Printer vriendelijke versie

The undecabromide ion

29 April 2013 - Chemical Zoo

In the zoo that is chemical space some strange creatures can be found wandering around. Take for example the undecabromide ion (Br11-) as very recently reported by Haller et al. (DOI) It is a member of a group of polyhalogen ions that already contains obscure species such as linear Br5- and ring-shaped Br102-.
Want some? Get a quantity of bis(triphenylphosphine)iminium chloride (PPNCl), replace the chloride for bromine (mix in water with excess KBr, collect crystals), then add elemental bromine and wait several days for red-brown crystals of (PPN)(Br11·Br2) to form. Judging from X-ray crystallography in this compound 5 bromine molecules are coordinated to a central bromine ion. One arm is extended with an additional bromine unit, linking the anions into chains.

Stereochemistry assignment can be a challenge

27 April 2013 - Drug development

Mefloquine (Lariam) is an antimalarial drug and commercially available as the racemate. The (-) enantiomer is believed to be responsible for some undesirable neuropsychiatric symptoms so an improved product would only involve the (+) enantiomer. In a surprising report Muller et al. (DOI) state that several previous assignments of the absolute configuration have been wrong. Notable three total synthesis efforts (from 2008, 2011 and 2012) erroneously assigned (+) to 11R,12S where it should have been 11S,12R. Total synthesis is usually a reliable tool for configuration elucidation and any attempt at producing the (+) enantiomer requires the correct absolute stereochemistry information.
The Muller group used X-ray crystallography of the Mosher's acid adducts for their assignment. As to the why of the three erroneous total syntheses: one of them could have overlooked an epimerization and another one only disclosed the absolute configuration of an intermediate.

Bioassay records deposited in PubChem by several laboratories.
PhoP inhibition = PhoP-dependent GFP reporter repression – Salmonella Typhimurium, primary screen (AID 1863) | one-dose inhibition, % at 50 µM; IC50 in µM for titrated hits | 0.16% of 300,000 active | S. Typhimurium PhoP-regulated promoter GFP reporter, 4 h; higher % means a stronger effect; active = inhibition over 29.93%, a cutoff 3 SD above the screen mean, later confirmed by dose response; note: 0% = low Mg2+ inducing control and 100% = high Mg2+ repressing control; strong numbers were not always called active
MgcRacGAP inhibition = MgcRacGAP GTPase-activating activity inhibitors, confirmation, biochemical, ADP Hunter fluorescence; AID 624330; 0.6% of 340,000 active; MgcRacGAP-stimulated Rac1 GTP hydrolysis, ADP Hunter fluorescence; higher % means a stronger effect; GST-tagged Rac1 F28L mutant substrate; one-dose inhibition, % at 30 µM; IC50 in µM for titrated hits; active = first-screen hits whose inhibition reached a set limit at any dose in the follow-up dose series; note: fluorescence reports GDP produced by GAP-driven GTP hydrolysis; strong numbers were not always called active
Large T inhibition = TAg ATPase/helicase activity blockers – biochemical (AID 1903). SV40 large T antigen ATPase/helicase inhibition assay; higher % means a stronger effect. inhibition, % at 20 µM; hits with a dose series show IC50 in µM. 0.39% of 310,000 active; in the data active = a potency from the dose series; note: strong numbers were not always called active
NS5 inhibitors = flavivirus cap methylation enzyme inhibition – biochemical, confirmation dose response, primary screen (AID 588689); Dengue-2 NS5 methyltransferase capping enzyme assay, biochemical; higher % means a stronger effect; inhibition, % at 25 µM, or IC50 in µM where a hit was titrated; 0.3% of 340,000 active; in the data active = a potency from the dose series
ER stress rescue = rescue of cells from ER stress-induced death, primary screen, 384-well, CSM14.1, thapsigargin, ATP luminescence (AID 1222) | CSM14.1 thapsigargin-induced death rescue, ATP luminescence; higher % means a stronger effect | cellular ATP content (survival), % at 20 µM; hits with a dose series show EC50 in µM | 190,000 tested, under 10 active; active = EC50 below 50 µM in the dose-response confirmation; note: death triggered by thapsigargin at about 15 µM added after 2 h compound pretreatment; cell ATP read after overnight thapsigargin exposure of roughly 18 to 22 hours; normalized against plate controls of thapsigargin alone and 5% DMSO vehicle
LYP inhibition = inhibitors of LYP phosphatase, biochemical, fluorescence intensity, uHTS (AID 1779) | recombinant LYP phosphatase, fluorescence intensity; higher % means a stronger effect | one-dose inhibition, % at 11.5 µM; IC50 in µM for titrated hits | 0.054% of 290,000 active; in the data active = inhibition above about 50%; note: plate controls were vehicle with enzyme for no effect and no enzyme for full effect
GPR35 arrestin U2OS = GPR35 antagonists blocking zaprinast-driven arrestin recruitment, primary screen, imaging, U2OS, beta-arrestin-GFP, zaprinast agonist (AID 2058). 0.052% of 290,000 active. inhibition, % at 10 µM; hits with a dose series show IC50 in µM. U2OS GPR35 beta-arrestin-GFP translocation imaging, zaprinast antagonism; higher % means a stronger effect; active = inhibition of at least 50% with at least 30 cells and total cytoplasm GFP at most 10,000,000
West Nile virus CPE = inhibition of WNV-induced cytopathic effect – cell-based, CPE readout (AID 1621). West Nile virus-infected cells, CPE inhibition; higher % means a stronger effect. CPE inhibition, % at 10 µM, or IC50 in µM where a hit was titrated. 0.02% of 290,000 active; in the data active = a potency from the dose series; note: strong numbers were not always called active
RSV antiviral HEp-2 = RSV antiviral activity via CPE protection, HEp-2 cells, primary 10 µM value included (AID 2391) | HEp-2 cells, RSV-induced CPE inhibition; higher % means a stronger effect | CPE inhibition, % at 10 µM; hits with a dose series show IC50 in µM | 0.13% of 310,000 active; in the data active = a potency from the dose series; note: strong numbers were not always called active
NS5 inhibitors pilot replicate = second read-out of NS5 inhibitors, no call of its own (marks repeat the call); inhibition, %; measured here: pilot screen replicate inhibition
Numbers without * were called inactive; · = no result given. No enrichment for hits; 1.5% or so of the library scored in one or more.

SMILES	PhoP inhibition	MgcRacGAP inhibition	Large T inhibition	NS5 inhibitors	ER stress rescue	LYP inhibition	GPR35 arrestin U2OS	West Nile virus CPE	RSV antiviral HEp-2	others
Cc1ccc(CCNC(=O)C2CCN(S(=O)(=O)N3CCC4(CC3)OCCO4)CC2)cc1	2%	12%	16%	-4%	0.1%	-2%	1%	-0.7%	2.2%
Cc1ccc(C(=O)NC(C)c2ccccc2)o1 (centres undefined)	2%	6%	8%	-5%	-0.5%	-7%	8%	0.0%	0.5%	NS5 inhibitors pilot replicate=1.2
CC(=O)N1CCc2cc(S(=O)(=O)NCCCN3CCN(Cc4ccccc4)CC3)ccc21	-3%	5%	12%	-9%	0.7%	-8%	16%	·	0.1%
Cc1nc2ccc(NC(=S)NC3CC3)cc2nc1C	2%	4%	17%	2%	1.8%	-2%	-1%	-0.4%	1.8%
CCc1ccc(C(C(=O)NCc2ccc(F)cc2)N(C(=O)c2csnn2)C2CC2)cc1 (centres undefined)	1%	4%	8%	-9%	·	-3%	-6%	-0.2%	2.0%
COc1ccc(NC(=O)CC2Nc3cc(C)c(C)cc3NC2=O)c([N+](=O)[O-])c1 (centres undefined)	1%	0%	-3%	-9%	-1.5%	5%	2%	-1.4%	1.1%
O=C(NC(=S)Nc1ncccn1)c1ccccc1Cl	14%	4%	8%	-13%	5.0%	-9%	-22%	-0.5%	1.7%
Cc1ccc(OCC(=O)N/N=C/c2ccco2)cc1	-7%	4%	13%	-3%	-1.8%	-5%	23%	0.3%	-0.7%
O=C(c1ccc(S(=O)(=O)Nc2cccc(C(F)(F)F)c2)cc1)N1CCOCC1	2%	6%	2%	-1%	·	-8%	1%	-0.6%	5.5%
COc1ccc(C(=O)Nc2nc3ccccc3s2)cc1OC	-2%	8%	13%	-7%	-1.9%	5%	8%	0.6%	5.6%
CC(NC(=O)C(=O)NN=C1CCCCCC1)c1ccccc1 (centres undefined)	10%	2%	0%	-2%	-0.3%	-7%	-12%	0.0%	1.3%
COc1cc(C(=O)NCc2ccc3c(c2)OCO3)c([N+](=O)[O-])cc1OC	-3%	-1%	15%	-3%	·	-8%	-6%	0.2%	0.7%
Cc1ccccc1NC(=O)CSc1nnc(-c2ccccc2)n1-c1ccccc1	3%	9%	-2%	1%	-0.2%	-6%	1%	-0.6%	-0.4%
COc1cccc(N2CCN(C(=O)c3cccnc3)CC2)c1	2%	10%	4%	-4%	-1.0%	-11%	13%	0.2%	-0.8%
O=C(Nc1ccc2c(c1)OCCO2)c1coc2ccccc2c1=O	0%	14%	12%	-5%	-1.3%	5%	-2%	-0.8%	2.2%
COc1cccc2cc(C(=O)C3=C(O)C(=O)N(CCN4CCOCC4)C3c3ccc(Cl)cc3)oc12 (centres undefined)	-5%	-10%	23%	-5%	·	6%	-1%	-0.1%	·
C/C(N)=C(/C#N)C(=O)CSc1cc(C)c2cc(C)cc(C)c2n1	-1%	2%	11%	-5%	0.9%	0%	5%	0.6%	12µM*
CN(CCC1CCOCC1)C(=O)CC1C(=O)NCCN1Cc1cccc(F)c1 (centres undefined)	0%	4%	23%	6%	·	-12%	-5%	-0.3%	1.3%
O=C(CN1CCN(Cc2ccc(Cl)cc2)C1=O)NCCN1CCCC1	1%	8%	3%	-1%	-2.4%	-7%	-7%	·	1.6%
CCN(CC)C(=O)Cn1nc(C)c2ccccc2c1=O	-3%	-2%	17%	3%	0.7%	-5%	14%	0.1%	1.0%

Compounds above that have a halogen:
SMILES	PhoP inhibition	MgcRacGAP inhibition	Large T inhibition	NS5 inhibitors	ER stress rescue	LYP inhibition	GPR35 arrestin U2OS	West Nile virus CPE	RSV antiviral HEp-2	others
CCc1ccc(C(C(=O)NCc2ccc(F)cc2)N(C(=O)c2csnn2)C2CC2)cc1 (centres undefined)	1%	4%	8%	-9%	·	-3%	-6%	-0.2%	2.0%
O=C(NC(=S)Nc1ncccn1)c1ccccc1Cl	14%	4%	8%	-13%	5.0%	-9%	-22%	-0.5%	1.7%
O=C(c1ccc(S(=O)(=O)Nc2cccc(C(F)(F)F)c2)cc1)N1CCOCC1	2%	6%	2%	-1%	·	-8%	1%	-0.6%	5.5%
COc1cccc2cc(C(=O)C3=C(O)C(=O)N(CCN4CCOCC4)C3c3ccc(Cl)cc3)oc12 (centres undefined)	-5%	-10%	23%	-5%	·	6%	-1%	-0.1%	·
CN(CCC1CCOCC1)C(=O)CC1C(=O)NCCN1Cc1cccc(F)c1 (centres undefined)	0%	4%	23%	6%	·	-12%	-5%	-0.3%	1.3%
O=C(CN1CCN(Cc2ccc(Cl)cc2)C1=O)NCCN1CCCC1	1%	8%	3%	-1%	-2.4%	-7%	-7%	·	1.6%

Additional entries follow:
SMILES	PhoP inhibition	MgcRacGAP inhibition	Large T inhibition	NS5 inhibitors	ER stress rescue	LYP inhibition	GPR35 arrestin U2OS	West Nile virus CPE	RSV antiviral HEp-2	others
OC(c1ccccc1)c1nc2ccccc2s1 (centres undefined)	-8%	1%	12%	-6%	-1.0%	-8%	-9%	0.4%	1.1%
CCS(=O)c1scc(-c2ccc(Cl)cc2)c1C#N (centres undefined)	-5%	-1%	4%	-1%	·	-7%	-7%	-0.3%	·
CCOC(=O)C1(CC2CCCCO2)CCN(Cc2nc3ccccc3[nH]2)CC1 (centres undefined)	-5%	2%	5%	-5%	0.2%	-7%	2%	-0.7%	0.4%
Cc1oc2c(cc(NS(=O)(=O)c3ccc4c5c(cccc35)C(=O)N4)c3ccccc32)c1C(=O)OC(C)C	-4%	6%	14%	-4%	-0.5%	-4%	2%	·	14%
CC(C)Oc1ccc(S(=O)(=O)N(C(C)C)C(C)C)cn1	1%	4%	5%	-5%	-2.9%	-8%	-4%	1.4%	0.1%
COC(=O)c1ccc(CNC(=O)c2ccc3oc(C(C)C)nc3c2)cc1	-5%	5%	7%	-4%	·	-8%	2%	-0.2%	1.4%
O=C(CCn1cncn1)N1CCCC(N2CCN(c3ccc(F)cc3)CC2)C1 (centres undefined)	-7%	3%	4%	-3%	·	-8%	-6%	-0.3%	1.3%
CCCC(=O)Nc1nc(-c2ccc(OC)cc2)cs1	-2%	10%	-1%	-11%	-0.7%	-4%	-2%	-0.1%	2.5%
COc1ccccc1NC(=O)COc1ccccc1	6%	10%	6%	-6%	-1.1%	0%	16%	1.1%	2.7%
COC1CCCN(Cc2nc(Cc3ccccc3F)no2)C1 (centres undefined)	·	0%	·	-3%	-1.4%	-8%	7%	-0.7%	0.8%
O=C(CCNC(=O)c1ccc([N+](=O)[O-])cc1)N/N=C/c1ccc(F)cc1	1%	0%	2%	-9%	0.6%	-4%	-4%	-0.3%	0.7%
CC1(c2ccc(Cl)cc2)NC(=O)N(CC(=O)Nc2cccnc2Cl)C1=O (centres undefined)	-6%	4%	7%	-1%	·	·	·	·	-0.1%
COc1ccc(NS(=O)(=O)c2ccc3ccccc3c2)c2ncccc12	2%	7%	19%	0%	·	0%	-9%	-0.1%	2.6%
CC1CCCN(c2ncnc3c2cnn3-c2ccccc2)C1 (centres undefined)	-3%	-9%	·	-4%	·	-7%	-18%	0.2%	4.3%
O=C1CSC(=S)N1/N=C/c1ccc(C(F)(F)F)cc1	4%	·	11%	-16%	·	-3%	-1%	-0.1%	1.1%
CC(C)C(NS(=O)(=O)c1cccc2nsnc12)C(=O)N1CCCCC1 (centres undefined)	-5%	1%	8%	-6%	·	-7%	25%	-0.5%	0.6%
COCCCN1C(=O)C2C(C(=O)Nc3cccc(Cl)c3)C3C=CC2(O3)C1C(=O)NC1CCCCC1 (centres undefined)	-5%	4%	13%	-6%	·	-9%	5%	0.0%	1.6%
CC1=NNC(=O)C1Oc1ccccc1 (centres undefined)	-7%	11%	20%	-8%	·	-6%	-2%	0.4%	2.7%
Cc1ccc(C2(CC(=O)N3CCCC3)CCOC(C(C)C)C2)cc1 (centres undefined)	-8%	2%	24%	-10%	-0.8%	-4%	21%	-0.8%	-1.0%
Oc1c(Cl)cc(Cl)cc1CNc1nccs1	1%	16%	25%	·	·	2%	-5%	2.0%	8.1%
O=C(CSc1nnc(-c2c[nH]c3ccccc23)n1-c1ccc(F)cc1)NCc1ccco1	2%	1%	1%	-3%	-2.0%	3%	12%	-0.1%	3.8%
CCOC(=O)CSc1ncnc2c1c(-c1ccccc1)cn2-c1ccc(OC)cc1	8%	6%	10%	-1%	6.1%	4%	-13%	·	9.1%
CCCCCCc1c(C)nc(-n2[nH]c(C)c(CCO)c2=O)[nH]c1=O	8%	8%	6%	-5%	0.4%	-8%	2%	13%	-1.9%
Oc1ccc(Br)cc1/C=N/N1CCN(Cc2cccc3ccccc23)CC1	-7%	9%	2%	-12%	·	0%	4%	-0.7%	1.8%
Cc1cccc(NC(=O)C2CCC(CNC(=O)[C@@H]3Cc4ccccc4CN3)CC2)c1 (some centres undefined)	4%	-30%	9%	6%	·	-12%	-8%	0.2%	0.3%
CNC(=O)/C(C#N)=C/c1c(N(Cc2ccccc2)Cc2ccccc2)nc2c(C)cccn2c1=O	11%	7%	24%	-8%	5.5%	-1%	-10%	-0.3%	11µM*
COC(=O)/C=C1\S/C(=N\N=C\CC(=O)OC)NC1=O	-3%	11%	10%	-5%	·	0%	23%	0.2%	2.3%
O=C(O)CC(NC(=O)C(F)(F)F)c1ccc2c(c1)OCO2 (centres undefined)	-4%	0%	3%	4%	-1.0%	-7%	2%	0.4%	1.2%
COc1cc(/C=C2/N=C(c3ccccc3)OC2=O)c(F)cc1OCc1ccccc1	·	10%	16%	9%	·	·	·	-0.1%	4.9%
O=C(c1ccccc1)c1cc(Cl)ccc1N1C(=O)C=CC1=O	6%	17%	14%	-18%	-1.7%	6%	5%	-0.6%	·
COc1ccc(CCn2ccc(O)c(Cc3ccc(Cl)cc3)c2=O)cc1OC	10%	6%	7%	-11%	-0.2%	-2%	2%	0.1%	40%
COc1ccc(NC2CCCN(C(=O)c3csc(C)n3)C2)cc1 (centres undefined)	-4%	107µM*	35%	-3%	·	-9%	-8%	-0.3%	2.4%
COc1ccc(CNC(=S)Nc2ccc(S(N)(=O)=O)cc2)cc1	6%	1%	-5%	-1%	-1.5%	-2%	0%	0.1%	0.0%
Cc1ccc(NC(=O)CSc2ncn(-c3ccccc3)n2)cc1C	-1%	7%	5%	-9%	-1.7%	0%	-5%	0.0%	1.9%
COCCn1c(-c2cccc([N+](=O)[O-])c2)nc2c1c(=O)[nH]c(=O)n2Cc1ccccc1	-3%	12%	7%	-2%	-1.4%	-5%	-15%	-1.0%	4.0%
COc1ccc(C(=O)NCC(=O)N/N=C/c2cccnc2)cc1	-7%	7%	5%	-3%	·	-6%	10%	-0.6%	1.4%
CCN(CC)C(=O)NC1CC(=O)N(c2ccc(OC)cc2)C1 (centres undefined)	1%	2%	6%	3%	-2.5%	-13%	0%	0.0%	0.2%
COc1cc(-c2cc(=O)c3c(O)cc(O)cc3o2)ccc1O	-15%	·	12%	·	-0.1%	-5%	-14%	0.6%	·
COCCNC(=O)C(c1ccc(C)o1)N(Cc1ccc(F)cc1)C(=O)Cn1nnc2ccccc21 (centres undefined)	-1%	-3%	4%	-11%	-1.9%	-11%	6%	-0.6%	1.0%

Zinc dihydride - NHC marriage

21 April 2013 - Orgo

In the category of binary compounds of hydrogen a large group of metals is conspicuously absent or are unwilling partners. Zinc dihydride is one of them: dimeric in nature and very prone to decomposition. Luckily Rit et al. have recently demonstrated a novel way to tame the compound: with an N-heterocyclic carbene (DOI).

All it takes is combining solid zinc dihydride with 1,3-bis(2,4,6-trimethylphenyl)imidazol-2-ylidene in THF for the complex the crystallize. In this complex each zinc atom in the dimer is stabilized by a NHC ligand. The crystals only decompose with temperatures in excess of 170°C. In toluene above 40°C the molecule is fluxional of an uncertain origin.
Whereas zinc dihydride itself does not react with carbon dioxide, the corresponding complex is converted to the formate. The complex is also found the catalyse the reaction of phenylsilane and methanol to trimethoxyphenylsilane and hydrogen.

Introducing the fluoronium ion

07 April 2013 - Orgo

fluorium ion Struble 2013  Struble et al. have presented their evidence for the existence of an organo fluoronium ion. (DOI)
Onium compounds containing the other halogens are known and some can even be isolated. The high electronegativity on fluorine makes synthesis or even detection a challenge.

The experimental setup is all about compound 1 in which the triflate group can be replaced by an alcohol group via hydrolysis. But is intermediate 2 involved? Computational data suggest the symmetrical fluoronium ion is stable. The experimental crystal structure suggests the two methylene bridges repel each other. After labelling the compound and replacing water with trifluoroethanol the new product is a 1:1 mixture of 3 (NMR) , consistent with the fluoronium ion.